The more I think about the story where two major characters are brothers the more I think my subconcious did it for a reason. Family themes can run deep in stories and villainous family fueds are not exempt.
      I guess what I'm suggesting is that sometimes adding to a well known literary character for your own story can have its creative possibilities if you want to take the risk of scrutany.

Friday, March 17, 2017

Griffin on YouTube!

My new YouTube channel is up! One there I'll post vlogs quite often. Most of the time they'll be brief, I don't want to flap my gums for nothin'. I'll look at keeping these entertaining but also a bit educational too. This was my first vlog so it was a little awkward give me a chance and I'll ease up over time. Feel free to subscribe but not pressure at all :)

Thursday, February 23, 2017

Monday, February 13, 2017

Double Cross by Ben Macintyre: Review

      This is a great audio book and excellently narrated by John Lee. I wasn't sure about the entertainment value at first thinking it was going to be a play by play history lesson of WW2, however the book quickly goes into the quirky and eccentric personalities of the British Secret Agents. Some of the agents come from several other countries too.
      It's amazing how much the one agent named Popov (Yes, like the Vodka brand) was able to almost effortlessly fool the Germans with fake Allied battle plans and connections. He was able to play them soo much AND demand a lot of money from them. It almost seemed like the more money he asked from them, the more they believed him. He also demanded a huge sum of money from the British as well, so much so that they started to get angry and limit the amount they gave him. Like in Yojimbo he played both sides. His living expenses were extravagant and excessive, from fine wines and whiskey to expensive cigars and cars. Popov was also known as an excessive ladies man as well, staying single and dating women much younger then him.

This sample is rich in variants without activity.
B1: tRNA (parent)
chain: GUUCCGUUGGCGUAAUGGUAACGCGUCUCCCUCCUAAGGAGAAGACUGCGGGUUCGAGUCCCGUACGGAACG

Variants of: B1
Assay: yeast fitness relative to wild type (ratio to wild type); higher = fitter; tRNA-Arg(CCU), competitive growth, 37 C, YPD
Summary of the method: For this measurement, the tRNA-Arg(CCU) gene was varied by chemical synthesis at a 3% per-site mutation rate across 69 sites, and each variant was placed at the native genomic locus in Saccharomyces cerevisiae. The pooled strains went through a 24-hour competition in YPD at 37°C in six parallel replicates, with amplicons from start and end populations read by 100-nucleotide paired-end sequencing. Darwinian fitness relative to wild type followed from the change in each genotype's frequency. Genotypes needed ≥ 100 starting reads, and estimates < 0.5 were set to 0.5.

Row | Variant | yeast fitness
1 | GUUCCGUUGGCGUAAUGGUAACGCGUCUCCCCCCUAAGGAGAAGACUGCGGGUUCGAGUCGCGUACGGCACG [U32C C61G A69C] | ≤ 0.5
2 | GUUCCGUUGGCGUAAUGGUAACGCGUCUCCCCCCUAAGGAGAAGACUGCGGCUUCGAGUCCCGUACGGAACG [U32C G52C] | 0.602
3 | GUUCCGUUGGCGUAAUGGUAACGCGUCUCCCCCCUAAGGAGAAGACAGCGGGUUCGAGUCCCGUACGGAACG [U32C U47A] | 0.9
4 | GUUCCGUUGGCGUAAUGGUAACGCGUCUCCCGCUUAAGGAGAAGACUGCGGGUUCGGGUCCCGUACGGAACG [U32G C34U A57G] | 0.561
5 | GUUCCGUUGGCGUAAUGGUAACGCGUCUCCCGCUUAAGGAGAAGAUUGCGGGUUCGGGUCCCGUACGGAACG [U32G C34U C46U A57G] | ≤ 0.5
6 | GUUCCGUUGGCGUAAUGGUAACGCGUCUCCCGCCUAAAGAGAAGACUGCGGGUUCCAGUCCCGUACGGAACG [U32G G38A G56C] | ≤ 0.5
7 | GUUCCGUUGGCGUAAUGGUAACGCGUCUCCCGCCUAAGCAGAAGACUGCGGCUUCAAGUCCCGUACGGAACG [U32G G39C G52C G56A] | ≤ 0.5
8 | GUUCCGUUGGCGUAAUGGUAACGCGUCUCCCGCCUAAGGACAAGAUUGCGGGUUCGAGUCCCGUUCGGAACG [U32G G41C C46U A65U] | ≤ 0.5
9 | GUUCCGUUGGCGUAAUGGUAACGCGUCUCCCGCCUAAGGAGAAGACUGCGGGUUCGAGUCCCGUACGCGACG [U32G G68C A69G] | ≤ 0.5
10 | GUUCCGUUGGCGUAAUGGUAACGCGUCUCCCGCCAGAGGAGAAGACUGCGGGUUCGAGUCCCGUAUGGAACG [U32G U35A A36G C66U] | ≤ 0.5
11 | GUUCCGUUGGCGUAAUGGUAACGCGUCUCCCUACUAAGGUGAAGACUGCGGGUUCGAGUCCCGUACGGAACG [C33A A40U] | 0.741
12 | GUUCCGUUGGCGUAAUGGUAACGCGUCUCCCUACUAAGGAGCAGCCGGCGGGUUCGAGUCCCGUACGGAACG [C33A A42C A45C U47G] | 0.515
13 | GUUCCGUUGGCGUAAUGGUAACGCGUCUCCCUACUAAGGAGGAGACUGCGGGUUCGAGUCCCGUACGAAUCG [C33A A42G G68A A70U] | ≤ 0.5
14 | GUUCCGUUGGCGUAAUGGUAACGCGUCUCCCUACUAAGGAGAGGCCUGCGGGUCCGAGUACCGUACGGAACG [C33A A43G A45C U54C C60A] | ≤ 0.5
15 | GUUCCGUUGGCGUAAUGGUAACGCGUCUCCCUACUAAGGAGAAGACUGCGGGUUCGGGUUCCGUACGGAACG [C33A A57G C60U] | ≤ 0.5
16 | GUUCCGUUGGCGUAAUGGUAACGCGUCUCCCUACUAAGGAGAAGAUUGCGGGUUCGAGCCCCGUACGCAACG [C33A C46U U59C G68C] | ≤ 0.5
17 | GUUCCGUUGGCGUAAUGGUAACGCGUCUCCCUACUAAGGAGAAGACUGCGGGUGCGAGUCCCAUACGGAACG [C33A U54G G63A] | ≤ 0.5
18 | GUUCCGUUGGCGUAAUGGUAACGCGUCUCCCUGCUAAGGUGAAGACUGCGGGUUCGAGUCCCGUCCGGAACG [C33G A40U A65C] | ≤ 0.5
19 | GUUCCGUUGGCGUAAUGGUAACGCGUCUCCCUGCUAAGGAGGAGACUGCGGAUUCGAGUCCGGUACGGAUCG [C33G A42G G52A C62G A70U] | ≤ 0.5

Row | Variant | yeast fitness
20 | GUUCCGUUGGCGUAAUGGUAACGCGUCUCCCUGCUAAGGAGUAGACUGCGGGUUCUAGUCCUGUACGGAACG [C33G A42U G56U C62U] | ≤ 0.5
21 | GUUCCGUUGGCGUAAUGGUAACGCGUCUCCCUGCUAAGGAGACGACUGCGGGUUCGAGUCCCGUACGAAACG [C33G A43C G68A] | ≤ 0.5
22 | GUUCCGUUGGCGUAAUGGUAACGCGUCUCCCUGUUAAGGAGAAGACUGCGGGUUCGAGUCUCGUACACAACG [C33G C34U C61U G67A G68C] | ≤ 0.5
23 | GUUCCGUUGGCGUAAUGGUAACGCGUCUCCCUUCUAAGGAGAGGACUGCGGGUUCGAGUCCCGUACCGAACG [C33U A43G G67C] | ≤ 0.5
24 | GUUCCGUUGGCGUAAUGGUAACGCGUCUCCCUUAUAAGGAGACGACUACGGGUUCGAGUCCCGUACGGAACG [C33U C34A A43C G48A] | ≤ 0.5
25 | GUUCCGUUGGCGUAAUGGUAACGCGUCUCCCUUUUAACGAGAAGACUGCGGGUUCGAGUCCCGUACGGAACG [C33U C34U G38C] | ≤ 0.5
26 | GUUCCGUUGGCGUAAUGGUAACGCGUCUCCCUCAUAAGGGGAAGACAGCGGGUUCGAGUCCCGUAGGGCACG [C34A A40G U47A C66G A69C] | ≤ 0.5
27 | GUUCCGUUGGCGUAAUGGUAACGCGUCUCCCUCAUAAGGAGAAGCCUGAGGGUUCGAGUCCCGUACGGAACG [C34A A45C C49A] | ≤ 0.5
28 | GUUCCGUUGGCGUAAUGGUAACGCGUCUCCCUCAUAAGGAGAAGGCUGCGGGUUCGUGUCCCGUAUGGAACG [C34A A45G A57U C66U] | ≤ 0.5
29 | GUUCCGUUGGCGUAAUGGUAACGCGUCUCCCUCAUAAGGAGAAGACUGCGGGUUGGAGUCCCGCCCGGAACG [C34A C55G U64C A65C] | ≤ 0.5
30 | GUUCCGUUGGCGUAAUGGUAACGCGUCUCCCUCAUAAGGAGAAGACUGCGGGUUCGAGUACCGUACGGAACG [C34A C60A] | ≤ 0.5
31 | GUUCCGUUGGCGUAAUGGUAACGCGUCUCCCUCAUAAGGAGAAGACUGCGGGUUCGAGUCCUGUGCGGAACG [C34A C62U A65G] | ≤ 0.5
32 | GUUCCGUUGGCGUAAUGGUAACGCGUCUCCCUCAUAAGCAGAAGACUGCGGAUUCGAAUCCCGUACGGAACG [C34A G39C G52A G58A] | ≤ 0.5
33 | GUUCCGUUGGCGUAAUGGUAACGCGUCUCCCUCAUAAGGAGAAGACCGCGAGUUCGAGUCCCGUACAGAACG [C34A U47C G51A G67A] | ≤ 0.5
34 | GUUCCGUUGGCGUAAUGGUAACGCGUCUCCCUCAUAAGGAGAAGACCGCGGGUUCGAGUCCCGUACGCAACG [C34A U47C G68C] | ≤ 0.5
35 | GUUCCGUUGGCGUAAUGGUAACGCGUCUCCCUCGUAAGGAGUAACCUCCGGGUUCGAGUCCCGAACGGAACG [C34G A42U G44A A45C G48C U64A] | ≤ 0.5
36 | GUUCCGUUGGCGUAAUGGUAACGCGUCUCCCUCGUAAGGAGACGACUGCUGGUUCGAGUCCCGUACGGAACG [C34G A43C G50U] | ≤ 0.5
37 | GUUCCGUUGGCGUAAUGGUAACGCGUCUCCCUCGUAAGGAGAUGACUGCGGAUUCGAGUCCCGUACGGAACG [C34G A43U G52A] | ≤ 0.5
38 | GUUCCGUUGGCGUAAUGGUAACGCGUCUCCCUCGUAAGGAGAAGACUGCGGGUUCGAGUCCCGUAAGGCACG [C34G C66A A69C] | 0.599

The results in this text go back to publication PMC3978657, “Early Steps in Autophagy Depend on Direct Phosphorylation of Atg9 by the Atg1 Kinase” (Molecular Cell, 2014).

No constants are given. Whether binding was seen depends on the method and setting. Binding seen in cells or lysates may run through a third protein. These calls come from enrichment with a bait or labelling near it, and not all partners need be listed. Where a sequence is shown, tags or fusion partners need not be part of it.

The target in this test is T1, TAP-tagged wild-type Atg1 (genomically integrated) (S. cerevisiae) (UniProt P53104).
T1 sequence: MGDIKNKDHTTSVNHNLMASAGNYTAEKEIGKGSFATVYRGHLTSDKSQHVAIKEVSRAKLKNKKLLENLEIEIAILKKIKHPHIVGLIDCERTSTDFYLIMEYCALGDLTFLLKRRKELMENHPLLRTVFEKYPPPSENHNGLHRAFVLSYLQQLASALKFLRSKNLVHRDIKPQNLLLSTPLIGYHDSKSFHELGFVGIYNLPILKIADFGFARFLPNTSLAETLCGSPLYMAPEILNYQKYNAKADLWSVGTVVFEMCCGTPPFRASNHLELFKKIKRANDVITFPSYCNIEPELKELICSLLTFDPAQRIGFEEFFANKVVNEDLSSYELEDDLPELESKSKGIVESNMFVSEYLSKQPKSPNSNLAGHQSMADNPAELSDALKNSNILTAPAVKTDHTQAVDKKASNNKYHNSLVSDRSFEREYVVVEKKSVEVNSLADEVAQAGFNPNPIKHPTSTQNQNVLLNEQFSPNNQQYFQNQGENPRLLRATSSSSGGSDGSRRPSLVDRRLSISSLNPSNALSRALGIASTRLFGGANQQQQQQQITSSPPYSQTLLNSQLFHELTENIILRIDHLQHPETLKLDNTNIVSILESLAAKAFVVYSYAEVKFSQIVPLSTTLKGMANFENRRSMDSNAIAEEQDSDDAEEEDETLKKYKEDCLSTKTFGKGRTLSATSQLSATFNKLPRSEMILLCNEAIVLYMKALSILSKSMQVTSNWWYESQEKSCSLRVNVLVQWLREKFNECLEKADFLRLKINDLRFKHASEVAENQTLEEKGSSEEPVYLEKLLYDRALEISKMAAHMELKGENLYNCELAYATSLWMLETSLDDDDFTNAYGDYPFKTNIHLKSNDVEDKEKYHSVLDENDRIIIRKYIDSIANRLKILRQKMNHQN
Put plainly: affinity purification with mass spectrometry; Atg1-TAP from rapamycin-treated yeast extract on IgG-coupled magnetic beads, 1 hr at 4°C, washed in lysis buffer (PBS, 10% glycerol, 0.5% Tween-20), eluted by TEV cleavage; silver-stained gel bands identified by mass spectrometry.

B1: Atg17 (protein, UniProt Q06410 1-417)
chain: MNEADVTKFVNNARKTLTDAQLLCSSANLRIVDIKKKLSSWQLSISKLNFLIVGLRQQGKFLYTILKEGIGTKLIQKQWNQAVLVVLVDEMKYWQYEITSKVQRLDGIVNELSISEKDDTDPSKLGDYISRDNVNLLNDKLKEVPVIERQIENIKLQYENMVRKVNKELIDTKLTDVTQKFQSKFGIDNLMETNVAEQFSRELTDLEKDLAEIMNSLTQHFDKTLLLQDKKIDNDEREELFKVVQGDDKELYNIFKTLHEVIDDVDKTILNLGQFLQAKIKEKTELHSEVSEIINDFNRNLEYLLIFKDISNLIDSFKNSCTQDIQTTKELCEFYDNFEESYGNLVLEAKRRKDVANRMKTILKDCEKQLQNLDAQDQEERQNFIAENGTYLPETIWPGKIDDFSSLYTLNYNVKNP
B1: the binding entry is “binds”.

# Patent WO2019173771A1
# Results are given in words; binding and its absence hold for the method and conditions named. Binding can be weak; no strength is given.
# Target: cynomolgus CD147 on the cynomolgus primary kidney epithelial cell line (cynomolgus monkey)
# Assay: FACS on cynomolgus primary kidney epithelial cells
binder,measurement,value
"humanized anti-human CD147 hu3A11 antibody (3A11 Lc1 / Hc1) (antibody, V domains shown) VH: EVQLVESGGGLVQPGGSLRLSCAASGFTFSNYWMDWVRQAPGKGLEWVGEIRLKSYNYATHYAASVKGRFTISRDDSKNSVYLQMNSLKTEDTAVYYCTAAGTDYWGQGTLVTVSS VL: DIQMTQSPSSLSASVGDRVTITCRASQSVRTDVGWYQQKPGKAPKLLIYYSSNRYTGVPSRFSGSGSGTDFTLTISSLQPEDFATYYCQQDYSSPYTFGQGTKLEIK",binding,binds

There is also a female agent who unfortunately lost her dog at customs through more or less the fault of her British contact. She was promised to get the dog back but was unable to get it back due to quarantine regulations at the time. She ends up hold a huge grudge against the British and withholds information from them.
     You would think there would be close calls, such as some of the agents being found out and held at gunpoint but I assure you that is mostly the Hollywood stuff we think up in our heads. Most of the drama unfolds behind the scenes about what information travels from the agent to the British. There is a scene where a German officer tests the loyalty of one of the agents and order him to come back to Berlin after going into allied territory. There's a bit of suspense there but nothing too bad.
     It's mostly the back and forth between the information and dealing with the egos and eccentricity of the agents. The suspense is if one of their agents gets found out, the others would most assuredly be questioned and possibly killed. So its the information that the fake British give the Germans that has to seem real enough to them otherwise the whole thing falls through.
    The afterward is intriguing as well, you find out what happened to some of the agents after the war. One of them moved to my home state of Michigan to live a peaceful life. One the agents was awarded $5000 by the British government so as to not go into complete debt.
      The narrator, has a superb control over the French and Polish names and accents. He goes into the accented characters flawlessly while reading but keeps a fast paced excited flow. His own English voice sounds very interested in what he's saying, definitely not asleep at the wheel.
     I recommend listening or read this after reading fiction, it's a nice change of pace and very interesting.

     Double Cross
     by Ben Macintyre
     8.5 out of 10